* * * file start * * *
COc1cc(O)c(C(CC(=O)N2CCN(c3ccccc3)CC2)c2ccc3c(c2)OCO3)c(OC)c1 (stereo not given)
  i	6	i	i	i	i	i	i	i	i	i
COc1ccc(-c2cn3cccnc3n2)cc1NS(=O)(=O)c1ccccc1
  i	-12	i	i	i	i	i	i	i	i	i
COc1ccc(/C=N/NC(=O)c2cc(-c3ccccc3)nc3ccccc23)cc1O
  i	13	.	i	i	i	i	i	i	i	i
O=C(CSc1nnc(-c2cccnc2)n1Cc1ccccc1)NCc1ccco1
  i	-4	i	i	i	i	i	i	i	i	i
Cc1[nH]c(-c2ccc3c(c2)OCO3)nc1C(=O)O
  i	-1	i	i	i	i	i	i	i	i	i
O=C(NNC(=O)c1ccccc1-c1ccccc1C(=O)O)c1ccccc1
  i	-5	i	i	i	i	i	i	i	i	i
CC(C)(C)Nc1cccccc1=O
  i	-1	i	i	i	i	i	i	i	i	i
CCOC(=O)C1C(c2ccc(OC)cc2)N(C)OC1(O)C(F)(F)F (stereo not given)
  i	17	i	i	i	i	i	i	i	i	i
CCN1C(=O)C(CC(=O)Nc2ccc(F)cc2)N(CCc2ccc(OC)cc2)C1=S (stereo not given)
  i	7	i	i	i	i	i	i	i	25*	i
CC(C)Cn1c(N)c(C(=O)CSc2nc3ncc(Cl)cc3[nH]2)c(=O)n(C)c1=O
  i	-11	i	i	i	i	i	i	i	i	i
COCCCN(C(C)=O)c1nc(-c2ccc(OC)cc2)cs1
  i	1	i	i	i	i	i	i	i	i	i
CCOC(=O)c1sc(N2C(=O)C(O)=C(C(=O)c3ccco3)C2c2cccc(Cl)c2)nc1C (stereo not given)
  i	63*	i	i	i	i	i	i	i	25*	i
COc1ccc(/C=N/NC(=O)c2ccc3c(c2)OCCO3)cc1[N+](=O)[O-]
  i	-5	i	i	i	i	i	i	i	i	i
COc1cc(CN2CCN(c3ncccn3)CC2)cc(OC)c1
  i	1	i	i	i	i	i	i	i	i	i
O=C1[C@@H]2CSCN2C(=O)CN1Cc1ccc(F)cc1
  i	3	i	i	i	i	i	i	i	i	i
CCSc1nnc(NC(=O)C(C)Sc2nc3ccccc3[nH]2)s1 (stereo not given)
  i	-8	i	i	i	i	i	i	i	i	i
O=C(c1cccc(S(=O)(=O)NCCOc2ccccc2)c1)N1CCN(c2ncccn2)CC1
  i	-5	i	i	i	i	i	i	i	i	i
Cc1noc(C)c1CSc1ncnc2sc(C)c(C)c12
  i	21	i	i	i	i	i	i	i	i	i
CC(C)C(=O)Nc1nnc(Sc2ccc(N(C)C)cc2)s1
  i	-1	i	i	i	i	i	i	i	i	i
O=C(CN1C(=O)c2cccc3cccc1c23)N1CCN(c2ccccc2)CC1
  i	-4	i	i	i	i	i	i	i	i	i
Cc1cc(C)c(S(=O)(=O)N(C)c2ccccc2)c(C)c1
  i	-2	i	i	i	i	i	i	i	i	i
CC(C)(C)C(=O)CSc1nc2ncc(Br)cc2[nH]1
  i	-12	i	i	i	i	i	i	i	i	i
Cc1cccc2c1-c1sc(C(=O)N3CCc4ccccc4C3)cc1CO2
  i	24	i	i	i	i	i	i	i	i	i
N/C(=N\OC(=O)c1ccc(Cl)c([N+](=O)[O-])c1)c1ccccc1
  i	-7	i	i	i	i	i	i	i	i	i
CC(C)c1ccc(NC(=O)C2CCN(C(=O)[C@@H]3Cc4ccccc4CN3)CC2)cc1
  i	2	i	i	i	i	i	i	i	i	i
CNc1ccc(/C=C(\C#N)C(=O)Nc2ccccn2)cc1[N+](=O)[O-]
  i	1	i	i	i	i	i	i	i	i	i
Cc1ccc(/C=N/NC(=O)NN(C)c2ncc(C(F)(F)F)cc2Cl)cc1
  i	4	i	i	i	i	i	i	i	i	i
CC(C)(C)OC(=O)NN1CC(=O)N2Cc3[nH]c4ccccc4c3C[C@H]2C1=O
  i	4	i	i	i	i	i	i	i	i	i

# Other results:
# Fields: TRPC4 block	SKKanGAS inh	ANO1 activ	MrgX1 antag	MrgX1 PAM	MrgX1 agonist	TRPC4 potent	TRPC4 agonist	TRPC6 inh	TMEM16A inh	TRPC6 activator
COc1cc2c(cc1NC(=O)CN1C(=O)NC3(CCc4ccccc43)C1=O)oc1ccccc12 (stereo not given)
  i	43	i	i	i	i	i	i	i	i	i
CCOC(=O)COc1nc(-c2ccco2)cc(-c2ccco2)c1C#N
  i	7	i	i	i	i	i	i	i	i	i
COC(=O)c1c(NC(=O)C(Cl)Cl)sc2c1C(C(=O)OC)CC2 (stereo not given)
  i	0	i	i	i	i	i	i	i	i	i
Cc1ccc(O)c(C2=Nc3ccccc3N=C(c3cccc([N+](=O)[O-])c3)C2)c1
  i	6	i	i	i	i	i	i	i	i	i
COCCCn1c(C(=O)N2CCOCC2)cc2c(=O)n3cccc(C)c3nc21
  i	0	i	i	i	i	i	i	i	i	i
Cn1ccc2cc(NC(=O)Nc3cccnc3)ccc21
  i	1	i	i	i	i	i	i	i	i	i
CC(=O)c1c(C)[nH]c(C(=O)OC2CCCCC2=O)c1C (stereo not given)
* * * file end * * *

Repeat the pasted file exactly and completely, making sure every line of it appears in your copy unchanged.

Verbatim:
COc1cc(O)c(C(CC(=O)N2CCN(c3ccccc3)CC2)c2ccc3c(c2)OCO3)c(OC)c1 (stereo not given)
  i	6	i	i	i	i	i	i	i	i	i
COc1ccc(-c2cn3cccnc3n2)cc1NS(=O)(=O)c1ccccc1
  i	-12	i	i	i	i	i	i	i	i	i
COc1ccc(/C=N/NC(=O)c2cc(-c3ccccc3)nc3ccccc23)cc1O
  i	13	.	i	i	i	i	i	i	i	i
O=C(CSc1nnc(-c2cccnc2)n1Cc1ccccc1)NCc1ccco1
  i	-4	i	i	i	i	i	i	i	i	i
Cc1[nH]c(-c2ccc3c(c2)OCO3)nc1C(=O)O
  i	-1	i	i	i	i	i	i	i	i	i
O=C(NNC(=O)c1ccccc1-c1ccccc1C(=O)O)c1ccccc1
  i	-5	i	i	i	i	i	i	i	i	i
CC(C)(C)Nc1cccccc1=O
  i	-1	i	i	i	i	i	i	i	i	i
CCOC(=O)C1C(c2ccc(OC)cc2)N(C)OC1(O)C(F)(F)F (stereo not given)
  i	17	i	i	i	i	i	i	i	i	i
CCN1C(=O)C(CC(=O)Nc2ccc(F)cc2)N(CCc2ccc(OC)cc2)C1=S (stereo not given)
  i	7	i	i	i	i	i	i	i	25*	i
CC(C)Cn1c(N)c(C(=O)CSc2nc3ncc(Cl)cc3[nH]2)c(=O)n(C)c1=O
  i	-11	i	i	i	i	i	i	i	i	i
COCCCN(C(C)=O)c1nc(-c2ccc(OC)cc2)cs1
  i	1	i	i	i	i	i	i	i	i	i
CCOC(=O)c1sc(N2C(=O)C(O)=C(C(=O)c3ccco3)C2c2cccc(Cl)c2)nc1C (stereo not given)
  i	63*	i	i	i	i	i	i	i	25*	i
COc1ccc(/C=N/NC(=O)c2ccc3c(c2)OCCO3)cc1[N+](=O)[O-]
  i	-5	i	i	i	i	i	i	i	i	i
COc1cc(CN2CCN(c3ncccn3)CC2)cc(OC)c1
  i	1	i	i	i	i	i	i	i	i	i
O=C1[C@@H]2CSCN2C(=O)CN1Cc1ccc(F)cc1
  i	3	i	i	i	i	i	i	i	i	i
CCSc1nnc(NC(=O)C(C)Sc2nc3ccccc3[nH]2)s1 (stereo not given)
  i	-8	i	i	i	i	i	i	i	i	i
O=C(c1cccc(S(=O)(=O)NCCOc2ccccc2)c1)N1CCN(c2ncccn2)CC1
  i	-5	i	i	i	i	i	i	i	i	i
Cc1noc(C)c1CSc1ncnc2sc(C)c(C)c12
  i	21	i	i	i	i	i	i	i	i	i
CC(C)C(=O)Nc1nnc(Sc2ccc(N(C)C)cc2)s1
  i	-1	i	i	i	i	i	i	i	i	i
O=C(CN1C(=O)c2cccc3cccc1c23)N1CCN(c2ccccc2)CC1
  i	-4	i	i	i	i	i	i	i	i	i
Cc1cc(C)c(S(=O)(=O)N(C)c2ccccc2)c(C)c1
  i	-2	i	i	i	i	i	i	i	i	i
CC(C)(C)C(=O)CSc1nc2ncc(Br)cc2[nH]1
  i	-12	i	i	i	i	i	i	i	i	i
Cc1cccc2c1-c1sc(C(=O)N3CCc4ccccc4C3)cc1CO2
  i	24	i	i	i	i	i	i	i	i	i
N/C(=N\OC(=O)c1ccc(Cl)c([N+](=O)[O-])c1)c1ccccc1
  i	-7	i	i	i	i	i	i	i	i	i
CC(C)c1ccc(NC(=O)C2CCN(C(=O)[C@@H]3Cc4ccccc4CN3)CC2)cc1
  i	2	i	i	i	i	i	i	i	i	i
CNc1ccc(/C=C(\C#N)C(=O)Nc2ccccn2)cc1[N+](=O)[O-]
  i	1	i	i	i	i	i	i	i	i	i
Cc1ccc(/C=N/NC(=O)NN(C)c2ncc(C(F)(F)F)cc2Cl)cc1
  i	4	i	i	i	i	i	i	i	i	i
CC(C)(C)OC(=O)NN1CC(=O)N2Cc3[nH]c4ccccc4c3C[C@H]2C1=O
  i	4	i	i	i	i	i	i	i	i	i

# Other results:
# Fields: TRPC4 block	SKKanGAS inh	ANO1 activ	MrgX1 antag	MrgX1 PAM	MrgX1 agonist	TRPC4 potent	TRPC4 agonist	TRPC6 inh	TMEM16A inh	TRPC6 activator
COc1cc2c(cc1NC(=O)CN1C(=O)NC3(CCc4ccccc43)C1=O)oc1ccccc12 (stereo not given)
  i	43	i	i	i	i	i	i	i	i	i
CCOC(=O)COc1nc(-c2ccco2)cc(-c2ccco2)c1C#N
  i	7	i	i	i	i	i	i	i	i	i
COC(=O)c1c(NC(=O)C(Cl)Cl)sc2c1C(C(=O)OC)CC2 (stereo not given)
  i	0	i	i	i	i	i	i	i	i	i
Cc1ccc(O)c(C2=Nc3ccccc3N=C(c3cccc([N+](=O)[O-])c3)C2)c1
  i	6	i	i	i	i	i	i	i	i	i
COCCCn1c(C(=O)N2CCOCC2)cc2c(=O)n3cccc(C)c3nc21
  i	0	i	i	i	i	i	i	i	i	i
Cn1ccc2cc(NC(=O)Nc3cccnc3)ccc21
  i	1	i	i	i	i	i	i	i	i	i
CC(=O)c1c(C)[nH]c(C(=O)OC2CCCCC2=O)c1C (stereo not given)